2. 2. October 21, 2011 | Volume 1, Issue 3Proposed Changes to the U.S. research subjects, reduce ambiguities, and adequately address the changing research environment.HHS Common Rule and theImpact on Institutions Proposed Changes The proposed changes fall into 7 categories (forOverview categories with extensive changes, see additional information below):On July 22, 2011, the U.S. Department of Healthand Human Services (DHHS) announced that the 1. Refinement of the risk-based framework toDHHS is contemplating various changes to the more accurately calibrate the level of reviewregulations overseeing research on human subjects, to the level of the risk (Section II of thereferred to as the Common Rule. The government is ANPRM).currently seeking the public’s input on the changes. 2. Use of a single Institutional Review BoardThe changes can be found in an Advance Notice of for review for all domestic sites of multi-siteProposed Rulemaking (ANPRM, studies (Section III).http://www.gpo.gov/fdsys/pkg/FR-2011-07- 3. Improvement of the forms and processes26/html/2011-18792.htm), Human Subjects Research used for informed consent (Section IV).Protections: Enhancing Protections for Research Subjects 4. Establishment of mandatory data securityand Reducing Burden, Delay, and Ambiguity for and information protection standards for allInvestigators, published in the July 25 Federal studies that involve identifiable or potentiallyRegister. This article summarizes the proposed new identifiable data (Section V).Common Rule changes and discusses those changes 5. Implementation of a systematic approach tothat may significantly impact institutions. the collection and analysis of data on unanticipated problems and adverse events across all trials to harmonize the complicatedHHS Rationale array of definitions and reportingSince the Common Rule was first adopted two requirements, and to make the collection ofdecades ago, research methodologies have changed, data more efficient (Section VI).accompanied by a marked increase in the amount, 6. Extension of Federal regulatory protectionstype, and location of research. Studies are conducted to apply to all research, regardless of fundingin a wide range of areas, including national security, source, conducted at U.S. institutions thattraditional biomedical research, social and behavioral receive some Federal funding from asciences, economics, education, and the Common Rule agency for research withenvironment. The changes are sought by the DHHS human subjects (Section VII).in order to strengthen protections for human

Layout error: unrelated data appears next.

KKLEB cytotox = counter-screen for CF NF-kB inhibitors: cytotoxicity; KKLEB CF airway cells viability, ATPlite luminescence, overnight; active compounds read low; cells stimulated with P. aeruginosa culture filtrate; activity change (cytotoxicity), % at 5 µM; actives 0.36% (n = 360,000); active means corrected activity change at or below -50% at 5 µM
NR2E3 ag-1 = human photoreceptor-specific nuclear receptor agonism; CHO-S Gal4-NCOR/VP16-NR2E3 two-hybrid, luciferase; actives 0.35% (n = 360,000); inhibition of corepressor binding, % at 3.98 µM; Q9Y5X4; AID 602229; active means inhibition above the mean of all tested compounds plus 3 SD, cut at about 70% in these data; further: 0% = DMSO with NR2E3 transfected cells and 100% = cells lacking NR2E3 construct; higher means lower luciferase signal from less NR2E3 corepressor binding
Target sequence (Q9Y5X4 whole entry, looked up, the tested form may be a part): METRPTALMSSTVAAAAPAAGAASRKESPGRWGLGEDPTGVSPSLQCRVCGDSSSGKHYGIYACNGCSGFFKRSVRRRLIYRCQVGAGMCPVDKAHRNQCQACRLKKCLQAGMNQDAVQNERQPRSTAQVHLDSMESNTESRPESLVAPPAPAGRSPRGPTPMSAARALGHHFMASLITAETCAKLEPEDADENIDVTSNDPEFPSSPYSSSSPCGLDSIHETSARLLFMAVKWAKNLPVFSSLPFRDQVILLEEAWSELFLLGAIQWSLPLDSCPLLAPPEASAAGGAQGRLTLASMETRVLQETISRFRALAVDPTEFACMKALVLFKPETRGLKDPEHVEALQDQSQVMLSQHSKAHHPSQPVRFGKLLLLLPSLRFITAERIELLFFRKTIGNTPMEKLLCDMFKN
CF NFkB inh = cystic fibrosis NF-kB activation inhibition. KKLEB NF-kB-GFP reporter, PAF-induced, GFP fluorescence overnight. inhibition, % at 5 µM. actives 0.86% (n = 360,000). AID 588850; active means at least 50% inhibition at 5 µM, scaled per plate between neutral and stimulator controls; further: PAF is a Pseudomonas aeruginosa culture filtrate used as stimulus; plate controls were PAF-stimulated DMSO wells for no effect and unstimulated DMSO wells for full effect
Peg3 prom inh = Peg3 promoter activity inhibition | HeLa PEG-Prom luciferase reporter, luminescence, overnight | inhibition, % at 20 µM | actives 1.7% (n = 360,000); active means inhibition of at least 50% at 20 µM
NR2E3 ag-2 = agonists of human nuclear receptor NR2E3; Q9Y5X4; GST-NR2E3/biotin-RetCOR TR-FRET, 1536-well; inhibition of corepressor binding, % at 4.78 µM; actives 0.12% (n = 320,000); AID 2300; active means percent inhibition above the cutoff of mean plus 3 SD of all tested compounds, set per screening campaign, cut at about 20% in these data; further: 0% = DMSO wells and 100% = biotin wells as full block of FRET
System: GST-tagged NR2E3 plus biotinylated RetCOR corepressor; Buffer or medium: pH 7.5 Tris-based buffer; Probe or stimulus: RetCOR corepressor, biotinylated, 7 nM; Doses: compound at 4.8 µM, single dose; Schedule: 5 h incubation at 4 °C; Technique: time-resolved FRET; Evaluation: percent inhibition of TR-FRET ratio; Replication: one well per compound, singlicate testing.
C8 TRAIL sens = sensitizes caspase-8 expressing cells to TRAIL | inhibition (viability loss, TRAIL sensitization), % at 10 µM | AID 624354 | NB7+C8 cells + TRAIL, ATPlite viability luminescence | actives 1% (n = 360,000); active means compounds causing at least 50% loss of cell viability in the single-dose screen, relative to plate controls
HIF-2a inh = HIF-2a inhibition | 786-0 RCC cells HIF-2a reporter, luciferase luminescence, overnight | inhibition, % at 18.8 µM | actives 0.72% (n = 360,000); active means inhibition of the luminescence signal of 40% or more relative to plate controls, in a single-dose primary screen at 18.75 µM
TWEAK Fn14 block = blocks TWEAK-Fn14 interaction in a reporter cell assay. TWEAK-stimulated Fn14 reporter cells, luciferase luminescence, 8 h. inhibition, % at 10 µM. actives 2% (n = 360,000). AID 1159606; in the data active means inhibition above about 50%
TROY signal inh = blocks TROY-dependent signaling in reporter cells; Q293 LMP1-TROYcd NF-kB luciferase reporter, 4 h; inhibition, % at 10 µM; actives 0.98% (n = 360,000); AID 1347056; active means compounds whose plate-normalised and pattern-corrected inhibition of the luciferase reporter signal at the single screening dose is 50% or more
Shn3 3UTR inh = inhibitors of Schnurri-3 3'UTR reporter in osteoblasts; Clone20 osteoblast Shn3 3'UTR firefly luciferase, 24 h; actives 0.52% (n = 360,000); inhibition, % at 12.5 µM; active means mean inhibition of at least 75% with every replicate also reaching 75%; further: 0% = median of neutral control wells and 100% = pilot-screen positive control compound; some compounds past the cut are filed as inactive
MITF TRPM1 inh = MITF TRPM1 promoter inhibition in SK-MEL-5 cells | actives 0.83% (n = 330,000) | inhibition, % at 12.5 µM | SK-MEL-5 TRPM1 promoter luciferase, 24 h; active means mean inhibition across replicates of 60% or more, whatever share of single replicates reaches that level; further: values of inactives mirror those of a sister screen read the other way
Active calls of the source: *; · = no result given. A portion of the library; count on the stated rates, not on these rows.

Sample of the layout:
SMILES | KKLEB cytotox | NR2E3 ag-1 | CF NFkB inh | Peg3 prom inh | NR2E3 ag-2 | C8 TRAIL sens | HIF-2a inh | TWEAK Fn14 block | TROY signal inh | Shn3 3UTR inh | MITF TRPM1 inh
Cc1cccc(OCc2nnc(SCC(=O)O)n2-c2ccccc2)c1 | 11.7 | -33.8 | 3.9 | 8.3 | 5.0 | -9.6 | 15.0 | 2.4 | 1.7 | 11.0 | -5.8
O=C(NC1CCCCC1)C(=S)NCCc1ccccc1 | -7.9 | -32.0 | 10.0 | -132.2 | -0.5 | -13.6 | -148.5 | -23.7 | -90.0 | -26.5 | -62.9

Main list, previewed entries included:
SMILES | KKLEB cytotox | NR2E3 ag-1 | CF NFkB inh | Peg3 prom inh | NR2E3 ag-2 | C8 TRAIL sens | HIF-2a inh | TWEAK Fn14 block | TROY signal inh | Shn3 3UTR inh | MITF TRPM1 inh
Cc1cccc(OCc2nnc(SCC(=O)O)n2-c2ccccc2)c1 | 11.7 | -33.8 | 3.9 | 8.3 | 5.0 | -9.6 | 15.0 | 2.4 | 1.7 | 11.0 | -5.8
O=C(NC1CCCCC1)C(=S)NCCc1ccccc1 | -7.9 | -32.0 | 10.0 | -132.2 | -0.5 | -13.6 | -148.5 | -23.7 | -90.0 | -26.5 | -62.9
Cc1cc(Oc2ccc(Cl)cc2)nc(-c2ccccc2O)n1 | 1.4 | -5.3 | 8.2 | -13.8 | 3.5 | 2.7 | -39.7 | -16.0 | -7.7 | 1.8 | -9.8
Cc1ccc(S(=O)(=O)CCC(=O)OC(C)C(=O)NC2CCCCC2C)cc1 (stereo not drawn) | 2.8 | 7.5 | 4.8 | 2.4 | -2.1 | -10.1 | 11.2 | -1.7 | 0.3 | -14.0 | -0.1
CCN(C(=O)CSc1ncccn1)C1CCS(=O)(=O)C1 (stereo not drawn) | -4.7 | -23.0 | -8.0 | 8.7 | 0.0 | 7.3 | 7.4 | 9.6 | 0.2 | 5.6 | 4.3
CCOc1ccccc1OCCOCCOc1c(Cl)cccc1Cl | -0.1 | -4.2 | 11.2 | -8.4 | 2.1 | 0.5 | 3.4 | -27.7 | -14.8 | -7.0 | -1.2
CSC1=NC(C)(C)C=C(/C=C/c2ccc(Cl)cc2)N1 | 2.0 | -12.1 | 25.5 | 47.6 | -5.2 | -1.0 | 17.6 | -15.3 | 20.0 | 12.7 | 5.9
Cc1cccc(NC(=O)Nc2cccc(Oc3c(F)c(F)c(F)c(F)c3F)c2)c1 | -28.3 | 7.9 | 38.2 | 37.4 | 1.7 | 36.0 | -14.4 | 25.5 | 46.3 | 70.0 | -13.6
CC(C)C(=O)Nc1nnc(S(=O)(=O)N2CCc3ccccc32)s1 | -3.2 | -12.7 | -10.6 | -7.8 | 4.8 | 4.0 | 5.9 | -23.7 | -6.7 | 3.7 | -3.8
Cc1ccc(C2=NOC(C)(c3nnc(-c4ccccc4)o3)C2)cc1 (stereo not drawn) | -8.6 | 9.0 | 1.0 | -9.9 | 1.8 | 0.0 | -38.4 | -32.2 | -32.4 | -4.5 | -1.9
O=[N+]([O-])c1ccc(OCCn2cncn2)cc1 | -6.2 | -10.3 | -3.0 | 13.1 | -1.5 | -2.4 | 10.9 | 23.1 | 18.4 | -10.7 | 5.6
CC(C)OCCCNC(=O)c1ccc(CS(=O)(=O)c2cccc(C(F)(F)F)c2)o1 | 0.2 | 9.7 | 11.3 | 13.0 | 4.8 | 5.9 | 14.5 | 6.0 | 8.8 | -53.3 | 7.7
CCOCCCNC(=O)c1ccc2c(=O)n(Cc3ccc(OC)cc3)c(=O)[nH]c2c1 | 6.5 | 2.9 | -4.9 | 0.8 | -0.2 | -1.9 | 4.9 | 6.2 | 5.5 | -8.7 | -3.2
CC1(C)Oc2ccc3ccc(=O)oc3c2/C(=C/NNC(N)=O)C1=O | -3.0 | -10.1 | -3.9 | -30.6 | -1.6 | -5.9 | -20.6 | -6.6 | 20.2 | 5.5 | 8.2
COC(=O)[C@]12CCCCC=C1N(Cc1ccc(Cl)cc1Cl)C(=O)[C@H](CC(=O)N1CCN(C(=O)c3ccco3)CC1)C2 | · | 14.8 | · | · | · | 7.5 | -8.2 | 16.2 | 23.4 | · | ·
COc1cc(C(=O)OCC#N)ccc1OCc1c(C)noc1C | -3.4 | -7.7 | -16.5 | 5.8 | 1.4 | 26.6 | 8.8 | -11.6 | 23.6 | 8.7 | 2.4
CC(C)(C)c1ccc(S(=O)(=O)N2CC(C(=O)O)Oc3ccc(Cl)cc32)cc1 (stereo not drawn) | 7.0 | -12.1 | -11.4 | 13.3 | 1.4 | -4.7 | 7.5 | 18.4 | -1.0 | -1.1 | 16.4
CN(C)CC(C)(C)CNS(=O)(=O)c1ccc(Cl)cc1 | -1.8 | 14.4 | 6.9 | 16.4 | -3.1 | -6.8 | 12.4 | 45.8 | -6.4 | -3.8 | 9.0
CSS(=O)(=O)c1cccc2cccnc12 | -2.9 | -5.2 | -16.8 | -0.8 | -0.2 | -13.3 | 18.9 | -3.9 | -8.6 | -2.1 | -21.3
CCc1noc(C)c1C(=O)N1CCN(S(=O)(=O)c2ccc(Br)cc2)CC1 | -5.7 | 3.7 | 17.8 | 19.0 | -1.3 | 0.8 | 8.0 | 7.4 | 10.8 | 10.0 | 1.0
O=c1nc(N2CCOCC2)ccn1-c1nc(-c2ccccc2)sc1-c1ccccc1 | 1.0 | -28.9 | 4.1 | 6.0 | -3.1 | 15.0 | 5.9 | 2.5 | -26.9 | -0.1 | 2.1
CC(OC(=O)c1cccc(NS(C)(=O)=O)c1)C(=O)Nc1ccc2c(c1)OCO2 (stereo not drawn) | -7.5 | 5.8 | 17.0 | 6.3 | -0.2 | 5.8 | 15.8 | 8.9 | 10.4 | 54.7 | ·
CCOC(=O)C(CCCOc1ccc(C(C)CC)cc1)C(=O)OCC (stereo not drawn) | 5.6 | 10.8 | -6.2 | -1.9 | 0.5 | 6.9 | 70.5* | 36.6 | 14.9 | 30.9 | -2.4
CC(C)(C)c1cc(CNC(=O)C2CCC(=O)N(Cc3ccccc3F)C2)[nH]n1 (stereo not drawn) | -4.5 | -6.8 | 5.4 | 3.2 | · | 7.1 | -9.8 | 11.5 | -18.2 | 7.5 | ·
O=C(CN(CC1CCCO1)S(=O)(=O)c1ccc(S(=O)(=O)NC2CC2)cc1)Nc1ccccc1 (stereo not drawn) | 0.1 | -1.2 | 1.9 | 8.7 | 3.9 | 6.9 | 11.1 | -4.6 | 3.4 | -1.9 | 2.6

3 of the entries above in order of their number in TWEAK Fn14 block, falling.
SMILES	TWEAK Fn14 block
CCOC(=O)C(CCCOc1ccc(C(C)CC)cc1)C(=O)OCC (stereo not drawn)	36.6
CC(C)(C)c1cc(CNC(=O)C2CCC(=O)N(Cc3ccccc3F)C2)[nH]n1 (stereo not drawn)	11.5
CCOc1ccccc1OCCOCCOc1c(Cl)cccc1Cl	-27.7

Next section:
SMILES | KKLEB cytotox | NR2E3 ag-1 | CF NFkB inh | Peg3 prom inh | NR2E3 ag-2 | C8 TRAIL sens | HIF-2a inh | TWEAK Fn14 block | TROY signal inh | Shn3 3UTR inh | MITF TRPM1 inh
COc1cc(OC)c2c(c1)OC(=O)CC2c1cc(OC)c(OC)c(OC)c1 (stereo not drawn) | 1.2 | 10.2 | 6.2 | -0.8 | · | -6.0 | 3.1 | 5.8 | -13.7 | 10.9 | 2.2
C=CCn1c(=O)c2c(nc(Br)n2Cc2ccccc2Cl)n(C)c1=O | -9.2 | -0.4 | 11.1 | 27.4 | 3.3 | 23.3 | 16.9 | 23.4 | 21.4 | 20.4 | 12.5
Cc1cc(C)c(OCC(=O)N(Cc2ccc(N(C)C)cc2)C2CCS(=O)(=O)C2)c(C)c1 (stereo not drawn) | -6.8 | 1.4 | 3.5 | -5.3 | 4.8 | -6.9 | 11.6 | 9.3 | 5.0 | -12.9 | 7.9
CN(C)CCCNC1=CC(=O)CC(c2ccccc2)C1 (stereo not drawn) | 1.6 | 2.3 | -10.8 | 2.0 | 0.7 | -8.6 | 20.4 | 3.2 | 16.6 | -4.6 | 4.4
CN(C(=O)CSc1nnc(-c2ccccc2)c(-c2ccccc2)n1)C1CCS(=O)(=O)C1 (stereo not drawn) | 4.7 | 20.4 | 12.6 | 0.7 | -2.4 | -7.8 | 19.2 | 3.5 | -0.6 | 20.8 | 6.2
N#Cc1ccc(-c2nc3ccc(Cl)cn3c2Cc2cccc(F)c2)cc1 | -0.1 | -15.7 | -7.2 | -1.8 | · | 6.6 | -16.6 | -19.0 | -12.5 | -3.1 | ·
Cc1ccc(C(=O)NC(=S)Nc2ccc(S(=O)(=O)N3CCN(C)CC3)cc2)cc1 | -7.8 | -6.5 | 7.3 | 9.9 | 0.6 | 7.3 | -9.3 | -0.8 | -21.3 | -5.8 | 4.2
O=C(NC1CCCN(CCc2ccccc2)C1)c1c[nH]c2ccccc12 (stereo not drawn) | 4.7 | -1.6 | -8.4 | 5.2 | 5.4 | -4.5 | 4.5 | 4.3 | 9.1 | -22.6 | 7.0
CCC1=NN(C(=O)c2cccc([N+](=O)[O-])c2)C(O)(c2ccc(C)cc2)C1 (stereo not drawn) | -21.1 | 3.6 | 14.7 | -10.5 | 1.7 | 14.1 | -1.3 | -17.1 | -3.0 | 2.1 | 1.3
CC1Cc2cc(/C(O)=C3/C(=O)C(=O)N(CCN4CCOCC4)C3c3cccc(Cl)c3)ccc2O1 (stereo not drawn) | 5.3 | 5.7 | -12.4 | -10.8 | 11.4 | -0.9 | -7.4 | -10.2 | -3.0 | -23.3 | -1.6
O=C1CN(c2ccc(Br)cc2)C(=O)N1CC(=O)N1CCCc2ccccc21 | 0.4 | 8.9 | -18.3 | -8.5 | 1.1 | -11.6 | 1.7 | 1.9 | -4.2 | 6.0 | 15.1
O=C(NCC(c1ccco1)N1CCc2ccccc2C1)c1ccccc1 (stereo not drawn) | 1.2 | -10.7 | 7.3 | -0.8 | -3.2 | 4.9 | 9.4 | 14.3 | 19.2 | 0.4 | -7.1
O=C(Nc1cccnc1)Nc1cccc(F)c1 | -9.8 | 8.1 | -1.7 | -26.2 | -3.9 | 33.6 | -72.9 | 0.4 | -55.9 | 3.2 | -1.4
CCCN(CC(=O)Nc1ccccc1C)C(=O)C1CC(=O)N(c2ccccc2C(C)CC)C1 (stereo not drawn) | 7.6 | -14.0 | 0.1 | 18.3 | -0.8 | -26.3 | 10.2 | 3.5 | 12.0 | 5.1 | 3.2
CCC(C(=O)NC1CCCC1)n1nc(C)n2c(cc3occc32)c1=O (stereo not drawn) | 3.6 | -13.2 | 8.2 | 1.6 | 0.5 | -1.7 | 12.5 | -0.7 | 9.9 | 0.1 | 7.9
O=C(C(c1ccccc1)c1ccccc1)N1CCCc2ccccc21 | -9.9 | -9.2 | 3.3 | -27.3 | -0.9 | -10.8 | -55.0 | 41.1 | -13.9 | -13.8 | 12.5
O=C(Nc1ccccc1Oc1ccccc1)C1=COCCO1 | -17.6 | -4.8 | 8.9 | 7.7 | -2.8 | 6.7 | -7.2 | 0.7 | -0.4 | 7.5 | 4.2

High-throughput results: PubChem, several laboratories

3. 3. October 21, 2011 | Volume 1, Issue 3 7. Improvement in the harmonization of regulations and related agency guidance Section VI seeks to improve the current system for (Section VIII). the real-time prompt collection of adverse events or unanticipated problems. The changes are intendedSection II is the most extensive section of the to simplify and consolidate the required reporting ofANPRM, covering 5 main sections: (1) establishment safety information. The proposed changes include:of mandatory data security and information (1) use of a standardized, streamlined set of dataprotections standards for identifiable information elements that are flexible enough to enableand rules protecting against the inappropriate re- customized safety reporting; (2) implementation of aidentification of de-identified information that is Web-based, Federal-wide portal that allowscollected or generated as part of a research study; (2) investigators to submit electronically certain safetyrevision of the rules for continuing review; (3) data and have it automatically delivered torevision of the regulations regarding expedited appropriate agencies and oversight bodies; and (3)review to provide for mandatory regular updating of harmonization of safety reporting guidance across allthe list of categories of research that may be reviewed Federal agencies.by expedited review and providing for streamlinedsubmission requirements for review; (4) revision ofthe regulations regarding studies currently Proposed Changes Impacting Institutionsconsidered exempt to expand and add certain In addition to the changes discussed above, Sectionscategories, remove certain limitations, and clarify III (titled “Streamlining IRB Review of Multi-Sitethat routine review is not required; and (5) Studies”) and VII (titled “Extension of Federalestablishment of required written consent for Regulations”) may have significant impacts onresearch use of any biospecimens collected for institutions.clinical purposes. Section III requests comments on the feasibility,Section IV covers 3 main sections: (1) improvement advantages, and disadvantages of mandating that allto consent forms, which includes prescribing what domestic sites in a multi-site study rely upon a singlecontent must be included and how it must be IRB as their IRB of record for that study. Thepresented in consent forms, limiting the length of proposal does not prohibit institutions, for their owncertain sections, and restricting inappropriate purposes, to conduct additional internal ethicscontent or institutional boilerplate); (2) review of the review. However, the ANPRM notes that thesecriteria for granting a waiver of informed consent or internal reviews would no longer have any regulatorywaiver of documentation of informed consent; and status in terms of compliance with the Common(3) proposed changes to strengthen the consent Rule.protections related to reuse or additional analysis ofexisting data and biospecimens.